Jan. 24, 1886—Henry King, a director who, across four decades, proved highly adept at multiple genres among more than 100 films, was born in Christiansburg, Virginia.
King did not leave his thumbprint on a particular genre, as did Alfred Hitchcock in the thriller or Billy Wilder in satire. Nor was his work characterized by an instantly recognizable visual style, as was the case with Vincente Minnelli, or by preoccupation with certain themes, as Howard Hawks was with males in extreme circumstances.
In fact, his tendency to submerge his themes or concerns for the sake of a particular story made him an ideal foil in a seminal essay, “Notes on the Auteur Theory in 1962,” by critic Andrew Sarris, who perfectly summed up the attitudes of many auteur critics at midcentury: “On a given evening, a film by John Ford must take its chances as if it were a film by Henry King. Am I implying that the weakest Ford is superior to the strongest King? Yes!”
The King film that Sarris uses for his exercise in absurdity is Twelve O’Clock High, one of five films for which King received an Oscar nomination without ever being awarded the statuette. That 1949 movie, along with another he made the following year with Gregory Peck, The Gunfighter, illustrates how King could bring texture and psychological insights to even hoary genres such as the war movie and the western.
It was King’s achievement and predicament to work efficiently and with little fuss within the Hollywood studio system, an environment in which a head of production or executive producer had the whip hand, with “creative control” the exception rather than the rule for directors. In King’s case, he was the go-to director for Darryl F. Zanuck, the co-founder, head of production and chair of Twentieth Century Fox, as well as one of Tinseltown’s most colorful, strong-willed moguls. Zanuck was a hands-on force in terms of casting, story ideas and scripts.King could influence, but had in the end to bow to, his edicts.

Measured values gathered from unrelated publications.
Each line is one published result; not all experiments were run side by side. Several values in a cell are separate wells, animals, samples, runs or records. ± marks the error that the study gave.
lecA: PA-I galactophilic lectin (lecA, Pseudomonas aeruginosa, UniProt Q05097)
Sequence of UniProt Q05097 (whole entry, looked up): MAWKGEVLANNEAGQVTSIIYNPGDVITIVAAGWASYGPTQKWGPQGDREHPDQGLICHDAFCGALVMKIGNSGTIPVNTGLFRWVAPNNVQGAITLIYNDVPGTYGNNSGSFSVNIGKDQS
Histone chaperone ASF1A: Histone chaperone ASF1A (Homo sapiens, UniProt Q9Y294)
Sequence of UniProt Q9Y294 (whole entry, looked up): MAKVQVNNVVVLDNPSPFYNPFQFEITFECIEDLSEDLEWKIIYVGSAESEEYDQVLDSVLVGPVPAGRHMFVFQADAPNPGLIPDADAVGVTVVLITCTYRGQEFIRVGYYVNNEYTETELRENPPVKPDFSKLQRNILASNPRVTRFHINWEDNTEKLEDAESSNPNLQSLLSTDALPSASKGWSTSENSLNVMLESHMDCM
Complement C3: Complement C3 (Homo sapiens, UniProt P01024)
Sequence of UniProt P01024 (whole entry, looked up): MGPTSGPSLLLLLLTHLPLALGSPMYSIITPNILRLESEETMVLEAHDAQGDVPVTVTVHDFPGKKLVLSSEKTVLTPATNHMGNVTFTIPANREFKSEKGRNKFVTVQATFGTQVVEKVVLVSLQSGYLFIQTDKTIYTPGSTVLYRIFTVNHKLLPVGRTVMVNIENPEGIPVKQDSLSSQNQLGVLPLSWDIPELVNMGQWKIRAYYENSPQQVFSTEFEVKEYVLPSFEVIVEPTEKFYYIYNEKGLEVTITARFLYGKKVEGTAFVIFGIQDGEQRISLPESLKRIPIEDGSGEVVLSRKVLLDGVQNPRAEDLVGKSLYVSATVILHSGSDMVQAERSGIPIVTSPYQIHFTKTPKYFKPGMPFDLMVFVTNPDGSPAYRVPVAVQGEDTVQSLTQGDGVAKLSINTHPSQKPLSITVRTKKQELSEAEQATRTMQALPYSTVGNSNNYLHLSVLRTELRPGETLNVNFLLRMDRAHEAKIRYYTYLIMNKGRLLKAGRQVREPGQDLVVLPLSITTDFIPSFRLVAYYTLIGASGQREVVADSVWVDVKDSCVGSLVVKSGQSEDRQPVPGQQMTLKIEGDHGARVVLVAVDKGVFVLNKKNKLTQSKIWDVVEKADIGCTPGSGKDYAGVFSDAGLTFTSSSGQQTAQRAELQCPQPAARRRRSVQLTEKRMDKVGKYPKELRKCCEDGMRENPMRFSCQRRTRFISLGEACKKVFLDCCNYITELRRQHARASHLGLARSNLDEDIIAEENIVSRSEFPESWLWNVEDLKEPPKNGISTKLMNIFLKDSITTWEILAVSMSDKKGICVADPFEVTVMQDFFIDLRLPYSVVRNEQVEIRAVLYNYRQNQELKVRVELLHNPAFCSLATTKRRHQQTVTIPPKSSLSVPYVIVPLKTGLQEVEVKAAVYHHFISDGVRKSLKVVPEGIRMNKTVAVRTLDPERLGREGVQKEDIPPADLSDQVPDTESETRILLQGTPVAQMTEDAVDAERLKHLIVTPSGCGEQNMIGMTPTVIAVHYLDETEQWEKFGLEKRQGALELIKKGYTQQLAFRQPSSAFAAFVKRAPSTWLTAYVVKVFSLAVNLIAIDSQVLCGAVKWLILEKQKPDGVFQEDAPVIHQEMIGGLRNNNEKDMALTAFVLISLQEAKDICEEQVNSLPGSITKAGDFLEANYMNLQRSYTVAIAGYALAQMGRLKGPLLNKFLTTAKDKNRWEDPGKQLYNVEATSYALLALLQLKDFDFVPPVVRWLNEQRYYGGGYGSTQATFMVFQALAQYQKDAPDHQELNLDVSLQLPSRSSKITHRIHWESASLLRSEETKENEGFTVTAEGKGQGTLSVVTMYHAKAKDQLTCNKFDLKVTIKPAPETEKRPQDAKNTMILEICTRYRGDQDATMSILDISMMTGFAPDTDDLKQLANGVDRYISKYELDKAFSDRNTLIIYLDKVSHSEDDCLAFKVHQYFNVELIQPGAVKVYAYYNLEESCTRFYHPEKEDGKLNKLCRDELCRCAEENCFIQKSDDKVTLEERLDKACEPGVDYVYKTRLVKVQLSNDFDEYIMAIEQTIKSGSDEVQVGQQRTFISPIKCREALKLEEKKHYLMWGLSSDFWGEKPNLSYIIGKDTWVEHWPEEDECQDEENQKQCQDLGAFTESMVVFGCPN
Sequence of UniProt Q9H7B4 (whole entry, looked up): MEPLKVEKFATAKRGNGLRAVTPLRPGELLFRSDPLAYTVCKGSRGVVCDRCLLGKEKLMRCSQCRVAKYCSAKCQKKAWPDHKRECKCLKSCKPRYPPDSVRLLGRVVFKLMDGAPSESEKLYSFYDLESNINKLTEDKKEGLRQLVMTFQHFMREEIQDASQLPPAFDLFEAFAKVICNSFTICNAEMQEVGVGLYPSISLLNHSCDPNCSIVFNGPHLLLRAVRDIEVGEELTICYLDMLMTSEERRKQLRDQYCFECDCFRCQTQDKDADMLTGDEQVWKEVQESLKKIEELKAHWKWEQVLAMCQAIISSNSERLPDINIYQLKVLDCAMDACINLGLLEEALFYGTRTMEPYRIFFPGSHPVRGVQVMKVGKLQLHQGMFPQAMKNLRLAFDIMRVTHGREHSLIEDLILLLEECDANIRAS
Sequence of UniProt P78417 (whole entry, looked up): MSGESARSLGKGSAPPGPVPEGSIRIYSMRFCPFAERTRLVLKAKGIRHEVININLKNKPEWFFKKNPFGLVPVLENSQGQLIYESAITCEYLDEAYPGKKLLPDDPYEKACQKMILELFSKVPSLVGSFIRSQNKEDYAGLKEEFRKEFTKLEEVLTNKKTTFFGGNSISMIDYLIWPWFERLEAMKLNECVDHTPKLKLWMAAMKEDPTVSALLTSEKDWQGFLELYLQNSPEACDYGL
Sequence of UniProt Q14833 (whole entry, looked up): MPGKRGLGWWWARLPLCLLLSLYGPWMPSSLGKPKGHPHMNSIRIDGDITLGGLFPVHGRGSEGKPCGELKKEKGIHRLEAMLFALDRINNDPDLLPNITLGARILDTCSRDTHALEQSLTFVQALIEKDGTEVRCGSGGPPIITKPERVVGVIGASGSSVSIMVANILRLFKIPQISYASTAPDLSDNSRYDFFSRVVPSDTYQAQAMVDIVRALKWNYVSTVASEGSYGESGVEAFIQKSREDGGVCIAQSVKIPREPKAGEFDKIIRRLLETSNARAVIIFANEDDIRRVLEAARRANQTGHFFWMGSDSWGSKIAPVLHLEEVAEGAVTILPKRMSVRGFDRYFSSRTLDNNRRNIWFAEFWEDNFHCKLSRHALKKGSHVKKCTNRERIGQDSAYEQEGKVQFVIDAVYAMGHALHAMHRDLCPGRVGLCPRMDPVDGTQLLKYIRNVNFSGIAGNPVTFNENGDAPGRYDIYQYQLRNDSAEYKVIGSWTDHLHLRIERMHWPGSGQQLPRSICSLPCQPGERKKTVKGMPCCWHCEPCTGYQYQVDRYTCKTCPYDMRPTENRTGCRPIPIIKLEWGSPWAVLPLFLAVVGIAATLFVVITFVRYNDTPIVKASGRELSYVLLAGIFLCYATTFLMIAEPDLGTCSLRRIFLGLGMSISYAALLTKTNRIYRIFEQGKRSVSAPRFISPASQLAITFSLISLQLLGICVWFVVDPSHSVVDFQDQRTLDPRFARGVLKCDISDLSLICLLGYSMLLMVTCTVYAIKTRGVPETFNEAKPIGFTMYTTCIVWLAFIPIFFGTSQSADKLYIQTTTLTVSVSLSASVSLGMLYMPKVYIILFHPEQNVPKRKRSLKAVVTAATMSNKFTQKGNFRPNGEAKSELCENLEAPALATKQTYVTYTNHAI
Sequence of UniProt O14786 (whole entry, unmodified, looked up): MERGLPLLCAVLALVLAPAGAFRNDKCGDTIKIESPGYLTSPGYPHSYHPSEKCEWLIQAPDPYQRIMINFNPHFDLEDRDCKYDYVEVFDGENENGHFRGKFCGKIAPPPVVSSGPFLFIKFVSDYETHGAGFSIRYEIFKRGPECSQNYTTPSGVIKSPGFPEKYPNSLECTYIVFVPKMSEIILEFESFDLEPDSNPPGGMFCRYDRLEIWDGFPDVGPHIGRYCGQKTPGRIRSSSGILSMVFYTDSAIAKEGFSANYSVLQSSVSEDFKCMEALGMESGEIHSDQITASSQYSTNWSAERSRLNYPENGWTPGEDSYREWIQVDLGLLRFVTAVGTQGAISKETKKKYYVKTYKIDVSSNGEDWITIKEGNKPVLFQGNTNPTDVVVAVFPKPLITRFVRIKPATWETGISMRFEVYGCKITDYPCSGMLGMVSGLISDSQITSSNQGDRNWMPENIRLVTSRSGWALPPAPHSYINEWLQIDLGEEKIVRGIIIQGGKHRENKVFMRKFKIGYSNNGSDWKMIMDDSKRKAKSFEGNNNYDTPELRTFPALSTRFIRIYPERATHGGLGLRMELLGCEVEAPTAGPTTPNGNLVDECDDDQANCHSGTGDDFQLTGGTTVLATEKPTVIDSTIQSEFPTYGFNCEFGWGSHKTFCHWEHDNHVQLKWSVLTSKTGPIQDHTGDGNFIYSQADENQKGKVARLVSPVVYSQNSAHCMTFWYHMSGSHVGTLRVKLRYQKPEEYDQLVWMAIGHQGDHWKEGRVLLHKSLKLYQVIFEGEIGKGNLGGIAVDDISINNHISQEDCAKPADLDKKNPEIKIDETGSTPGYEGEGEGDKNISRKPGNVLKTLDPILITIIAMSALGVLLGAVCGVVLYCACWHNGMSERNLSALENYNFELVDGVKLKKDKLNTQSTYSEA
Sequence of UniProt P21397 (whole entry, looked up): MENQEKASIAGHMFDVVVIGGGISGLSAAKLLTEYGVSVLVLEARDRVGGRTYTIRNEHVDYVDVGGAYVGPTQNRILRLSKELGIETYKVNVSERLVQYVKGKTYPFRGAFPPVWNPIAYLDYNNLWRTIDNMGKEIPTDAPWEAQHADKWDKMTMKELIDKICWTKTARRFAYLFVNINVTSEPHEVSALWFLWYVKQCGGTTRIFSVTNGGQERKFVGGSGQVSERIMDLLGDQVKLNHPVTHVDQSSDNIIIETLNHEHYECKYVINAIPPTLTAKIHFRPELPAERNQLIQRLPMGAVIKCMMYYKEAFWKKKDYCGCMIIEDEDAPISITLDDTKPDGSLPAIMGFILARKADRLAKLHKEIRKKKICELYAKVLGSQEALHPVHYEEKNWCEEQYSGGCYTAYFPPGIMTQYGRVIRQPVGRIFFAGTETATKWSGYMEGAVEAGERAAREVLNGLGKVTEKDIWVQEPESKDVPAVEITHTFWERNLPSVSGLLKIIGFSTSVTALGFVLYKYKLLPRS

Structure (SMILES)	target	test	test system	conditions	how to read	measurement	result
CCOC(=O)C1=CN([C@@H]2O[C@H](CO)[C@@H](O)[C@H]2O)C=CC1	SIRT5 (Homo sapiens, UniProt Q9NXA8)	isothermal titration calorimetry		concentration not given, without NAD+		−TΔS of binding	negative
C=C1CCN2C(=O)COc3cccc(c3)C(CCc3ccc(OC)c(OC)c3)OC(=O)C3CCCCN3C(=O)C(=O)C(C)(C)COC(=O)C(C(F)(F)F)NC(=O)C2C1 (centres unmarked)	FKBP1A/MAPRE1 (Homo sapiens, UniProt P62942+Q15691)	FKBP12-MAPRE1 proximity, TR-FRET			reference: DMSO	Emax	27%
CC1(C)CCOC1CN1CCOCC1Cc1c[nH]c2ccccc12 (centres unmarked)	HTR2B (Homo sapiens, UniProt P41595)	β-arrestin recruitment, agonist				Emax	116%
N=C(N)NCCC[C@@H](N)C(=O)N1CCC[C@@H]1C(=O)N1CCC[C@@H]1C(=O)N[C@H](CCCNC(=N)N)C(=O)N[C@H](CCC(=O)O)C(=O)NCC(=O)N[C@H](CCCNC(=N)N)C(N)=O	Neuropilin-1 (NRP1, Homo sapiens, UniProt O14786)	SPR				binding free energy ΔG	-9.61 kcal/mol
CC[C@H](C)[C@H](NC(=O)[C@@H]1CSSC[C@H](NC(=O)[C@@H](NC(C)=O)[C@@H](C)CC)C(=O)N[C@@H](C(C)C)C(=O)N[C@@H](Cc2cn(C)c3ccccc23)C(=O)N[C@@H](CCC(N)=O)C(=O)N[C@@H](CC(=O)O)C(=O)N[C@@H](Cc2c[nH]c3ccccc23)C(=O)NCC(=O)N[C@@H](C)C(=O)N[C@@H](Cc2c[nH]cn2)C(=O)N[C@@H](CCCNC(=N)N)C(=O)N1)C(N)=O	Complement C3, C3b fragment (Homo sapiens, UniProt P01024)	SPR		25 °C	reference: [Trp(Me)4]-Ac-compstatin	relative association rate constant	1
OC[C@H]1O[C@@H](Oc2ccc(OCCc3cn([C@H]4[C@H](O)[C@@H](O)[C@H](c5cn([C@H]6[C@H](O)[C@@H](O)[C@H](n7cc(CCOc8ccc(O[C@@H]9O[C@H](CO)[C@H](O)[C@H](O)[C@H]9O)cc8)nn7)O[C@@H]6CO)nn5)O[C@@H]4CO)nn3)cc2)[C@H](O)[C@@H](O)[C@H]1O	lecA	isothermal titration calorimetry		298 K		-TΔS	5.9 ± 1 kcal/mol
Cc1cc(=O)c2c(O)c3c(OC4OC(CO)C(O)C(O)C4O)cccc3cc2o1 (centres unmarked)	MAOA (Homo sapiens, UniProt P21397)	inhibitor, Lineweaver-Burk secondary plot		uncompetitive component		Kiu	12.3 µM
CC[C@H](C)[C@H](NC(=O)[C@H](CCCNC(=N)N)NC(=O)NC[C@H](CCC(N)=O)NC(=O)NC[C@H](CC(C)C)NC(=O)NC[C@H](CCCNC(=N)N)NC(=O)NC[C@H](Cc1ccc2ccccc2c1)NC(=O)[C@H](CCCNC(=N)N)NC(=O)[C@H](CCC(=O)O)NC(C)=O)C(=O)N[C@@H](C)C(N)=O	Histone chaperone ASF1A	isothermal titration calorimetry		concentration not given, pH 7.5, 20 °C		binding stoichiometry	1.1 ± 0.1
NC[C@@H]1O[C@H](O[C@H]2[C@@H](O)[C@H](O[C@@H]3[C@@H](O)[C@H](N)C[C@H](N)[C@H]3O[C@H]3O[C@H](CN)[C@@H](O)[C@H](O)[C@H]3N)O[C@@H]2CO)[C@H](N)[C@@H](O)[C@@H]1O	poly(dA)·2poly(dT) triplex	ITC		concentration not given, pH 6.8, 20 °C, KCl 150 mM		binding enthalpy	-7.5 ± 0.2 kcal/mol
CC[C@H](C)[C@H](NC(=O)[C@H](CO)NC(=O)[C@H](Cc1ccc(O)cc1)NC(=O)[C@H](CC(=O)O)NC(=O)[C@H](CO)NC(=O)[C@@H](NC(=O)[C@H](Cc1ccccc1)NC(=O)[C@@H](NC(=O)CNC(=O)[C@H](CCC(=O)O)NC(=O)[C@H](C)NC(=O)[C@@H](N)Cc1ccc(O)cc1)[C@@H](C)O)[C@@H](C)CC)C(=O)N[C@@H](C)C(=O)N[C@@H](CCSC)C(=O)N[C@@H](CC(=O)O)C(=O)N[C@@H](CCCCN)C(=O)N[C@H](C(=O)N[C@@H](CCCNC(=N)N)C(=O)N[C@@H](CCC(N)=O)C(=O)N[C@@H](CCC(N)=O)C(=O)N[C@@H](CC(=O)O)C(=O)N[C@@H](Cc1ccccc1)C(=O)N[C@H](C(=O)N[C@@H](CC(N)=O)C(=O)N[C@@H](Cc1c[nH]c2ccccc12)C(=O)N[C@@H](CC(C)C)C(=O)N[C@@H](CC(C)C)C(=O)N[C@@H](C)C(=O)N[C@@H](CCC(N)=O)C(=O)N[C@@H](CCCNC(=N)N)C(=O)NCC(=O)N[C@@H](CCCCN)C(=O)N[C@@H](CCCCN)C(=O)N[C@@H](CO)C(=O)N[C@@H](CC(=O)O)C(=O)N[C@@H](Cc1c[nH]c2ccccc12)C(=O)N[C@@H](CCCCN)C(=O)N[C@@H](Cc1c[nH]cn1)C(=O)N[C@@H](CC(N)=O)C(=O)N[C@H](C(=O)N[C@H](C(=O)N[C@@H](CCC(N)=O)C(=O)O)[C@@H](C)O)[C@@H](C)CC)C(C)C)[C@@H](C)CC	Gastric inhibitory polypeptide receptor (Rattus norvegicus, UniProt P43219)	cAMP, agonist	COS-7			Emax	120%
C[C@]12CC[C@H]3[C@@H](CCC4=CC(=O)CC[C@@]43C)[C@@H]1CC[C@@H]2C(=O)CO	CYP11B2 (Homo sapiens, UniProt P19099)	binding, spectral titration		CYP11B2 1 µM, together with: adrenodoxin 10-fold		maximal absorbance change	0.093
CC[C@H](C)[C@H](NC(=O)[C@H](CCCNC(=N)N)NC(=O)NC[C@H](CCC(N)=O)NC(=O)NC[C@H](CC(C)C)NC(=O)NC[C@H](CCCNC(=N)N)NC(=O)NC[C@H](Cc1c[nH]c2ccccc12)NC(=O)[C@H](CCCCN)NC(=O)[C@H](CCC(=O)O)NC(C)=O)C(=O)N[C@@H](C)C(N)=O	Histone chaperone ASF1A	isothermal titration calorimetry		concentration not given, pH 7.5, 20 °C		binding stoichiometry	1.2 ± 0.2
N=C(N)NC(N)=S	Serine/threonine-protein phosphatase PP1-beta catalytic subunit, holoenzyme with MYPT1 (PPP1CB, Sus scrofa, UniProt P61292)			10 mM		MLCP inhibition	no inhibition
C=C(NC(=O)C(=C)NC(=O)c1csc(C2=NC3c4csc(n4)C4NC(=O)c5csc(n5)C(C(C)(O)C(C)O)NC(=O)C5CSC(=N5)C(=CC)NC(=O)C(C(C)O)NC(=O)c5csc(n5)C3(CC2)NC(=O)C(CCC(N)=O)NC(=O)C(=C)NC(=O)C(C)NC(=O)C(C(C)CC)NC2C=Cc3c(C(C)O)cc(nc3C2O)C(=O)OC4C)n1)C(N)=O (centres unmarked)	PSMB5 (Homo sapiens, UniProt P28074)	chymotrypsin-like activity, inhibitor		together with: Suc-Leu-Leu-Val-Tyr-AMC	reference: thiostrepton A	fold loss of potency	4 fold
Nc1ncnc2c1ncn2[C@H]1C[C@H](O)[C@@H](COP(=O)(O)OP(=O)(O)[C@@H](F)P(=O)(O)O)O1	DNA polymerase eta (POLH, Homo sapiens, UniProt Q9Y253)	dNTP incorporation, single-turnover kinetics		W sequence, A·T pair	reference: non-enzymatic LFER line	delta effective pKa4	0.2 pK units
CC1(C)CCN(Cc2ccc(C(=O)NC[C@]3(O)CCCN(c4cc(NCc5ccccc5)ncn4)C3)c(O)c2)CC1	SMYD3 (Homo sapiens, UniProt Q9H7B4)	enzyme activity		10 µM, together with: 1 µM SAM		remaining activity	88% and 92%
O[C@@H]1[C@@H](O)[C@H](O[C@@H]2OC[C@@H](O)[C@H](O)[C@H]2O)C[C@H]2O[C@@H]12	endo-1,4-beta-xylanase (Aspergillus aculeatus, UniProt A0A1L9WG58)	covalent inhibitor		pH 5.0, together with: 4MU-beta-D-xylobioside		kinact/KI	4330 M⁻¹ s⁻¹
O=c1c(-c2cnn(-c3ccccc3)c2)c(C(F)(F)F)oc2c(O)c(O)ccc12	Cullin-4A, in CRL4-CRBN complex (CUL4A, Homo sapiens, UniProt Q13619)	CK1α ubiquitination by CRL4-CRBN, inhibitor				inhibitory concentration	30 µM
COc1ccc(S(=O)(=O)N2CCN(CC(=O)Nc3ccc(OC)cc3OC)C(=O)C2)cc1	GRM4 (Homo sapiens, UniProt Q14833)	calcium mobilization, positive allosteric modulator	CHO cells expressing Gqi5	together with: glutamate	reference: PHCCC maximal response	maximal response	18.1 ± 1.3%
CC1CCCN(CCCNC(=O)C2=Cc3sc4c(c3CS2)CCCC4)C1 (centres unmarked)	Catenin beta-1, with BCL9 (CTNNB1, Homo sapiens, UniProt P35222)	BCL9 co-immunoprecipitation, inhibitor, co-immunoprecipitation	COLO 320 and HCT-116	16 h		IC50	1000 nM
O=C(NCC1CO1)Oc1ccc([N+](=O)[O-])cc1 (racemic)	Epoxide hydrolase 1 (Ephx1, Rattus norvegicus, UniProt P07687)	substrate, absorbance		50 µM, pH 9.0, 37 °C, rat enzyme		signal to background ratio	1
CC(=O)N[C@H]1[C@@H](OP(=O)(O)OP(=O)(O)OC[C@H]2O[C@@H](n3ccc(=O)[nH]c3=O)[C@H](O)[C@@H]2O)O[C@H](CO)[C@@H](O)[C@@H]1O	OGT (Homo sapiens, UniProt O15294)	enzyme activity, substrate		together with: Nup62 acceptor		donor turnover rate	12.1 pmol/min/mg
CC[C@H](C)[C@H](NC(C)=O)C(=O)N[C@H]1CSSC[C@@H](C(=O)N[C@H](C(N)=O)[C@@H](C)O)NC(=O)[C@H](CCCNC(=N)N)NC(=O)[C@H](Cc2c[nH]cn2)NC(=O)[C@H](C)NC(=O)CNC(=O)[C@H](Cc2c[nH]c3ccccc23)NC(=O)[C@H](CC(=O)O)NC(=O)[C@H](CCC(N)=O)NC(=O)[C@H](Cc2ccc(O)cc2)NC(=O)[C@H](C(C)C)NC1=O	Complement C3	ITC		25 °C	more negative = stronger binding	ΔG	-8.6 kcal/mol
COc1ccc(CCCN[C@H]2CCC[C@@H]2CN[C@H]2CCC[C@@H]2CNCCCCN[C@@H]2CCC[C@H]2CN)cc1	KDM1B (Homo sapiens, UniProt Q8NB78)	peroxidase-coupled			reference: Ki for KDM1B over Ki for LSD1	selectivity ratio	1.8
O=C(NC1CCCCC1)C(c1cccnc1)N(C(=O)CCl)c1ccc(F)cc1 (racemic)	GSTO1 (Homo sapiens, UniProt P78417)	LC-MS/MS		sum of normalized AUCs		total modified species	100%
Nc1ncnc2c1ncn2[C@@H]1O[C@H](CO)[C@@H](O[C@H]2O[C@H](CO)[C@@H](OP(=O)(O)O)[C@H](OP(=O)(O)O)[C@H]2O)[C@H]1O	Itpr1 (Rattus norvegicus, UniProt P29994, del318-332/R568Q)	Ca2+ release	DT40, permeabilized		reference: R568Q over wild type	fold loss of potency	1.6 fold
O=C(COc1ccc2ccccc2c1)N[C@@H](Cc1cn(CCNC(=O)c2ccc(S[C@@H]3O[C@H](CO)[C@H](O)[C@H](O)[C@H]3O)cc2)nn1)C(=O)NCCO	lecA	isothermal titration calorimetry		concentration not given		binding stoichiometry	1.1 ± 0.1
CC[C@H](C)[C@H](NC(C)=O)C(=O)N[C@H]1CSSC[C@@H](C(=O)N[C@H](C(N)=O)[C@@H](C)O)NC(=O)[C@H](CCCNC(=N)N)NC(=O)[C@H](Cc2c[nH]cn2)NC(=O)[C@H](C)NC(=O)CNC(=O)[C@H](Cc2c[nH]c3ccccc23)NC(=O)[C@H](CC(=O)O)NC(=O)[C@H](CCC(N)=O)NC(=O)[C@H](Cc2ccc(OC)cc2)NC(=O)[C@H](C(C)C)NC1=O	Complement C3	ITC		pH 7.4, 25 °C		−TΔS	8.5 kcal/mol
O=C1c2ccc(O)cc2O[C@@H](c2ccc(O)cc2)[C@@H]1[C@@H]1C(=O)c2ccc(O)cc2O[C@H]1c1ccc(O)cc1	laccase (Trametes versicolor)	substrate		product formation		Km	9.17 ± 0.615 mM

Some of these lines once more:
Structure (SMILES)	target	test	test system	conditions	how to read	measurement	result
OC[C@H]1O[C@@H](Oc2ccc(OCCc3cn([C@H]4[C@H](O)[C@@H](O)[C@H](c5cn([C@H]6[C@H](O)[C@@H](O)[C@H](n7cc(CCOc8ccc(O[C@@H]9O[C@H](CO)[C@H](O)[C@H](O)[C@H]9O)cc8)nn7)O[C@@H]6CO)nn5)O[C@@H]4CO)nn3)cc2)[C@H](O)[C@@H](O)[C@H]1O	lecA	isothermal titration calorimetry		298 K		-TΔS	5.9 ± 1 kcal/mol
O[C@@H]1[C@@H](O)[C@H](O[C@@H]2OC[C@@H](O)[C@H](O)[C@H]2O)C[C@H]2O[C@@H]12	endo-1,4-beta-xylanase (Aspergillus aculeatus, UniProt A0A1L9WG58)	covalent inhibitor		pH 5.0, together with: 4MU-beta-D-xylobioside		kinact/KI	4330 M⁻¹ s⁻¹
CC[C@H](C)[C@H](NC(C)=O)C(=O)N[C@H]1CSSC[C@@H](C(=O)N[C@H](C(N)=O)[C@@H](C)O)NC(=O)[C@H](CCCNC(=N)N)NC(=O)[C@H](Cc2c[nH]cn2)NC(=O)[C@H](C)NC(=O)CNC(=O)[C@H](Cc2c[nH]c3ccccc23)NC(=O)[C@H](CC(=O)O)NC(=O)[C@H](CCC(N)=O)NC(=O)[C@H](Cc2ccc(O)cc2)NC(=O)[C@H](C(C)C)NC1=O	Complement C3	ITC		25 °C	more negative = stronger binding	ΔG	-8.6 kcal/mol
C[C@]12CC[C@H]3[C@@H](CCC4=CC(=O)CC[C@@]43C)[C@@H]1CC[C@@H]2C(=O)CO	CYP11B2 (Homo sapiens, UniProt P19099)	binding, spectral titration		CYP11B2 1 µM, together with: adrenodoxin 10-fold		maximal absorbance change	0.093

None of this is to say that King did not have special affinity for particular subjects. One of these was rural life—not surprising. One of his first notable films in the silent era, Tol’able David (1921), was filmed not far from the farm where he grew up as a child. A decade later, he returned to the rural milieu with State Fair (1933)
An eye for promising unknowns was also a hallmark of King. He raised to prominence some of Hollywood’s brightest stars, including Ronald Colman in The White Sister (1924); Gary Cooper, a Montana cowboy plucked from obscurity to play the male lead in The Winning of Barbara Worth (1926); Don Ameche, in Ramona (1936); Jennifer Jones, who won an Oscar for playing the French peasant girl with visions of the Virgin Mary in The Song of Bernadette (1943); and Alexander Knox, a Canadian actor who played America’s 28th President in the 1944 biopic Wilson.
One young actor with whom he developed a longstanding professional relationship was Tyrone Power. King insisted on a screen test for the 21-year-old—who, up till then, had been attempting unsuccessfully to follow his late father into the movies—for the lead in Lloyd's of London, then persuaded Zanuck that the young man would be better in that role than the mogul’s initial preference, Ameche.